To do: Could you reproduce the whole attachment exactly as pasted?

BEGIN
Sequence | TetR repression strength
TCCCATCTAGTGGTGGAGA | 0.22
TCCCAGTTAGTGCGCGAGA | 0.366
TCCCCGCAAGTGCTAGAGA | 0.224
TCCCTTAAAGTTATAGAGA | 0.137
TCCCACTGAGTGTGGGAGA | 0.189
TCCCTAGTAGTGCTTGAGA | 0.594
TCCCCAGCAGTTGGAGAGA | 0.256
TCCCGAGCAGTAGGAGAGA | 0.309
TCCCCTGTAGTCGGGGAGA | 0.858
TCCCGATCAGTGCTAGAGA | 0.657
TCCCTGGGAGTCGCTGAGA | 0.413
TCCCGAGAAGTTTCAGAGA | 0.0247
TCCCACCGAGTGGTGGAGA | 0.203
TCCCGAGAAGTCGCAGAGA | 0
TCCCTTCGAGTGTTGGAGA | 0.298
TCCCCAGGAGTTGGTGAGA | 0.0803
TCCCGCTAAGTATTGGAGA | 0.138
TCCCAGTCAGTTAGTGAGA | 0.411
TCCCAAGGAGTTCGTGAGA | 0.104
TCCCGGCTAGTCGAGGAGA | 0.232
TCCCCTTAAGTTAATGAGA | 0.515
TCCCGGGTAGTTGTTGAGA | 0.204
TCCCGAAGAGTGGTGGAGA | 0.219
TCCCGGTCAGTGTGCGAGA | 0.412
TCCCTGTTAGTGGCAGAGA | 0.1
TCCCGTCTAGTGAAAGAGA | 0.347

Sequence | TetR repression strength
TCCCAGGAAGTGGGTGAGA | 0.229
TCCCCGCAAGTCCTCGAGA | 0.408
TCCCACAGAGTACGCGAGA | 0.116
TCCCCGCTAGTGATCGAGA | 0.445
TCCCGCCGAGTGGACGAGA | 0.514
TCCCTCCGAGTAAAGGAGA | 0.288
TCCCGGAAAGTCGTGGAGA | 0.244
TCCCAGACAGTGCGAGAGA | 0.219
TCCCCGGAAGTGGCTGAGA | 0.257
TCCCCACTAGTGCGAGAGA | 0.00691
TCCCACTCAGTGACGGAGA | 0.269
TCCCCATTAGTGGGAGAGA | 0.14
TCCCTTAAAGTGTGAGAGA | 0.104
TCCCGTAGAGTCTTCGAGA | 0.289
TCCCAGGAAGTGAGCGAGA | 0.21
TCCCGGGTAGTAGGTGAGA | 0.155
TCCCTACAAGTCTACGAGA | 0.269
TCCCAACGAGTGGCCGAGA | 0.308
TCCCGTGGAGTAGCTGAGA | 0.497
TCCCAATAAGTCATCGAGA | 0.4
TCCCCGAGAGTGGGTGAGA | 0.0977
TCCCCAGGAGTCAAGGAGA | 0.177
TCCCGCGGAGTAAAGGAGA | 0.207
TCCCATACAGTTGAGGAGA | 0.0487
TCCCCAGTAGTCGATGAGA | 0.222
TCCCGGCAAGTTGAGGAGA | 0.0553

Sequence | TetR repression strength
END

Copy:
Sequence | TetR repression strength
TCCCATCTAGTGGTGGAGA | 0.22
TCCCAGTTAGTGCGCGAGA | 0.366
TCCCCGCAAGTGCTAGAGA | 0.224
TCCCTTAAAGTTATAGAGA | 0.137
TCCCACTGAGTGTGGGAGA | 0.189
TCCCTAGTAGTGCTTGAGA | 0.594
TCCCCAGCAGTTGGAGAGA | 0.256
TCCCGAGCAGTAGGAGAGA | 0.309
TCCCCTGTAGTCGGGGAGA | 0.858
TCCCGATCAGTGCTAGAGA | 0.657
TCCCTGGGAGTCGCTGAGA | 0.413
TCCCGAGAAGTTTCAGAGA | 0.0247
TCCCACCGAGTGGTGGAGA | 0.203
TCCCGAGAAGTCGCAGAGA | 0
TCCCTTCGAGTGTTGGAGA | 0.298
TCCCCAGGAGTTGGTGAGA | 0.0803
TCCCGCTAAGTATTGGAGA | 0.138
TCCCAGTCAGTTAGTGAGA | 0.411
TCCCAAGGAGTTCGTGAGA | 0.104
TCCCGGCTAGTCGAGGAGA | 0.232
TCCCCTTAAGTTAATGAGA | 0.515
TCCCGGGTAGTTGTTGAGA | 0.204
TCCCGAAGAGTGGTGGAGA | 0.219
TCCCGGTCAGTGTGCGAGA | 0.412
TCCCTGTTAGTGGCAGAGA | 0.1
TCCCGTCTAGTGAAAGAGA | 0.347

Sequence | TetR repression strength
TCCCAGGAAGTGGGTGAGA | 0.229
TCCCCGCAAGTCCTCGAGA | 0.408
TCCCACAGAGTACGCGAGA | 0.116
TCCCCGCTAGTGATCGAGA | 0.445
TCCCGCCGAGTGGACGAGA | 0.514
TCCCTCCGAGTAAAGGAGA | 0.288
TCCCGGAAAGTCGTGGAGA | 0.244
TCCCAGACAGTGCGAGAGA | 0.219
TCCCCGGAAGTGGCTGAGA | 0.257
TCCCCACTAGTGCGAGAGA | 0.00691
TCCCACTCAGTGACGGAGA | 0.269
TCCCCATTAGTGGGAGAGA | 0.14
TCCCTTAAAGTGTGAGAGA | 0.104
TCCCGTAGAGTCTTCGAGA | 0.289
TCCCAGGAAGTGAGCGAGA | 0.21
TCCCGGGTAGTAGGTGAGA | 0.155
TCCCTACAAGTCTACGAGA | 0.269
TCCCAACGAGTGGCCGAGA | 0.308
TCCCGTGGAGTAGCTGAGA | 0.497
TCCCAATAAGTCATCGAGA | 0.4
TCCCCGAGAGTGGGTGAGA | 0.0977
TCCCCAGGAGTCAAGGAGA | 0.177
TCCCGCGGAGTAAAGGAGA | 0.207
TCCCATACAGTTGAGGAGA | 0.0487
TCCCCAGTAGTCGATGAGA | 0.222
TCCCGGCAAGTTGAGGAGA | 0.0553

Sequence | TetR repression strength